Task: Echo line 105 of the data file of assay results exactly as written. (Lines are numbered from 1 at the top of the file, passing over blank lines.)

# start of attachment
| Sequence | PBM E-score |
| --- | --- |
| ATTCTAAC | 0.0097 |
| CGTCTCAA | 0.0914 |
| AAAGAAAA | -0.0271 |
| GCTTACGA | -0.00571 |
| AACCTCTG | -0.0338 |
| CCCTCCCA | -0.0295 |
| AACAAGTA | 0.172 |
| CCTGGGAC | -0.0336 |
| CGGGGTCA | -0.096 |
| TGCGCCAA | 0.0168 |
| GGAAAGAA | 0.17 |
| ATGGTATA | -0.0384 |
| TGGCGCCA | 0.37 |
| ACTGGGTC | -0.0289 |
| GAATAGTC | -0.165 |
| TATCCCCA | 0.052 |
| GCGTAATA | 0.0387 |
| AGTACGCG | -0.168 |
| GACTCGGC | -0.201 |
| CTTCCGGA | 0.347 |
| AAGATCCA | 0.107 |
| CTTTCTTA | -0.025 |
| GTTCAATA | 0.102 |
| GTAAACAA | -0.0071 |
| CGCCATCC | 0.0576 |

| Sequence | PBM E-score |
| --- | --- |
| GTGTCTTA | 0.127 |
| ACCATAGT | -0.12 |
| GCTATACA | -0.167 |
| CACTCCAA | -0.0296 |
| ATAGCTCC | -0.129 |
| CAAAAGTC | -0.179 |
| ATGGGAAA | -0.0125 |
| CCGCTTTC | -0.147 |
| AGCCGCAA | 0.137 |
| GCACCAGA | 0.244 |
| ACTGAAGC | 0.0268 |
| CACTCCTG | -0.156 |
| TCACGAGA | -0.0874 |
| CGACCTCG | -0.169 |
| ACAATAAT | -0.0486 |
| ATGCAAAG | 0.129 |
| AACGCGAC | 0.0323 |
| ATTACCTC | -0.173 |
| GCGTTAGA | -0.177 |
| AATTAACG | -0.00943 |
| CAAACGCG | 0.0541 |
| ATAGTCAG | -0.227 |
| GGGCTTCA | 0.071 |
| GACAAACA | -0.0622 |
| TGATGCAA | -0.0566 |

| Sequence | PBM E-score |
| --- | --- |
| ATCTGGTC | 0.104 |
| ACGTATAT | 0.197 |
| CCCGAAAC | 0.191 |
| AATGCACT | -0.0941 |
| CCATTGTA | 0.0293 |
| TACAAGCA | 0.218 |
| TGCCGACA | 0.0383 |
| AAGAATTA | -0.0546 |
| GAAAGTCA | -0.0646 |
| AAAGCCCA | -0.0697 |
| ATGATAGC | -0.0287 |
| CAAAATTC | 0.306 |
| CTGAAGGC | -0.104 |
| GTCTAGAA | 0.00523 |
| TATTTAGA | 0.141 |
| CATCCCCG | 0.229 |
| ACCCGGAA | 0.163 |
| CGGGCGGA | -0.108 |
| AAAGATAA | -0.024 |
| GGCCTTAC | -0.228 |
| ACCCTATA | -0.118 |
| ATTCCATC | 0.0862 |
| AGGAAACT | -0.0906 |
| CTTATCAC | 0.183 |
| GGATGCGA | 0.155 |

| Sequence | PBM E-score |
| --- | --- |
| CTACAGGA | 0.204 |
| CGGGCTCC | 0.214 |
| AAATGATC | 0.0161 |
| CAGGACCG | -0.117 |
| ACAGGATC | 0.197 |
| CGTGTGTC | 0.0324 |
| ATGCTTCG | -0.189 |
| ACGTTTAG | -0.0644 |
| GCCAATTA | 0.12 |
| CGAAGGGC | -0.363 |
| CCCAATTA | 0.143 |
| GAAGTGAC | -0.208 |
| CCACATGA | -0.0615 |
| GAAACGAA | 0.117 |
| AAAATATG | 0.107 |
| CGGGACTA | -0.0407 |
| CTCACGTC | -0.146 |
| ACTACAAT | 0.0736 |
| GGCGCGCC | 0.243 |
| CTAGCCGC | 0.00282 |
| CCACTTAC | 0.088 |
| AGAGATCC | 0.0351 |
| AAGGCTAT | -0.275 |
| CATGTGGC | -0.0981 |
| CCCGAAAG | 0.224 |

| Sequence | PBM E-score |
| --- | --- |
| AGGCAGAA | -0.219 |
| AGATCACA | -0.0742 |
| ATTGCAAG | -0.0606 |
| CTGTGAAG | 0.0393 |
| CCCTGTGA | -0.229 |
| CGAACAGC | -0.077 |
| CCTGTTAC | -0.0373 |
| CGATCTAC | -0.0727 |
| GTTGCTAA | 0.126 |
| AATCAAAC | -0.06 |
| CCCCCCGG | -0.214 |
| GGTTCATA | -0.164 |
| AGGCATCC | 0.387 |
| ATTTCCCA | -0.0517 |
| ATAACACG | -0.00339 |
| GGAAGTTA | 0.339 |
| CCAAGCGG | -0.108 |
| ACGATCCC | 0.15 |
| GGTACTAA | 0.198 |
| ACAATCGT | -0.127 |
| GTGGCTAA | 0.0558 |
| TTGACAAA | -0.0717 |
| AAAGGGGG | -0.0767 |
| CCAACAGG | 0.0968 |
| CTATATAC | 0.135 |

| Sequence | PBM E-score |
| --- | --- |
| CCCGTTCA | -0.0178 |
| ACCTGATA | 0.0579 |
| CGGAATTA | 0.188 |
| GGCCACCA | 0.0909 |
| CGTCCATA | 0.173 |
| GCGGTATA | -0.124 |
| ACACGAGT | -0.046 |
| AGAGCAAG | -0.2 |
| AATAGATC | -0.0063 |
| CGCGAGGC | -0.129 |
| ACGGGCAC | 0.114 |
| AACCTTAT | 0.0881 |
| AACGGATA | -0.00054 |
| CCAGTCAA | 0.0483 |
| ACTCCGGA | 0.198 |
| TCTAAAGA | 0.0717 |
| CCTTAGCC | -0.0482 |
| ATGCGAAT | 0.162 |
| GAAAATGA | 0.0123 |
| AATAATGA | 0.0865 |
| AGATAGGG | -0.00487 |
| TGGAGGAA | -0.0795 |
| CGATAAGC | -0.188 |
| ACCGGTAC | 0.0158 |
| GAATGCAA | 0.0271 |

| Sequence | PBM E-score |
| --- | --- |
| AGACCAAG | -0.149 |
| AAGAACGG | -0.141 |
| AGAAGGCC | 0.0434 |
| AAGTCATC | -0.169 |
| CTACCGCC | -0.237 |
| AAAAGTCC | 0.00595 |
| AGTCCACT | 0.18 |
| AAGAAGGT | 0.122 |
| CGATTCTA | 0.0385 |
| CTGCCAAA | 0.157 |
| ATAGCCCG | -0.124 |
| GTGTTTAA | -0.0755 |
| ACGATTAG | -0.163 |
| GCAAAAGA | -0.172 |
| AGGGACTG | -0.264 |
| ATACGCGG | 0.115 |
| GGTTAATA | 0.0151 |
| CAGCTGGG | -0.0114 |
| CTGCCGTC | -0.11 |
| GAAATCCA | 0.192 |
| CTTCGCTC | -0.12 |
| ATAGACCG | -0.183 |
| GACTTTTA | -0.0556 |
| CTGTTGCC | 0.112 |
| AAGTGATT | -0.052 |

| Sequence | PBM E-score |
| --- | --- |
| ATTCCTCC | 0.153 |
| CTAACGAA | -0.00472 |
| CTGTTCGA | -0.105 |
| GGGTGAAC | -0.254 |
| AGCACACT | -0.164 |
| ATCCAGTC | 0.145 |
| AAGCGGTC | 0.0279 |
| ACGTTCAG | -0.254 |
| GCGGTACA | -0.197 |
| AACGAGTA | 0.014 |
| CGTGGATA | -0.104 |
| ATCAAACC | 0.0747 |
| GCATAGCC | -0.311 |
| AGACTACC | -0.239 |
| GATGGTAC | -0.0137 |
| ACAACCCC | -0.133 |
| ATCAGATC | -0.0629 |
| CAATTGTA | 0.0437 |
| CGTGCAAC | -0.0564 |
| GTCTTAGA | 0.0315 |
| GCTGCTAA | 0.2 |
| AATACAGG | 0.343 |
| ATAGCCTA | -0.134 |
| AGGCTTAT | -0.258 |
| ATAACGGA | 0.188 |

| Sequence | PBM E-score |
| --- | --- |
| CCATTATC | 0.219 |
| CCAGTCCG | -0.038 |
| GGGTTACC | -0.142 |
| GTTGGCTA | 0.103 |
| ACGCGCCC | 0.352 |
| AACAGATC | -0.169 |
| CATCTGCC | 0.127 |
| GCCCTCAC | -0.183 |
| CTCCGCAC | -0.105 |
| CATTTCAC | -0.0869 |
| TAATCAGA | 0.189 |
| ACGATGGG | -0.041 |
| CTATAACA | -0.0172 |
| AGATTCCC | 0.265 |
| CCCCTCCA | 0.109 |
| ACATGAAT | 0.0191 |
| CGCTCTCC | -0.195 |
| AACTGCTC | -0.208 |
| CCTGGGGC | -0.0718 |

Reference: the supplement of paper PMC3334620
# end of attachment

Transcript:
| AGAGATCC | 0.0351 |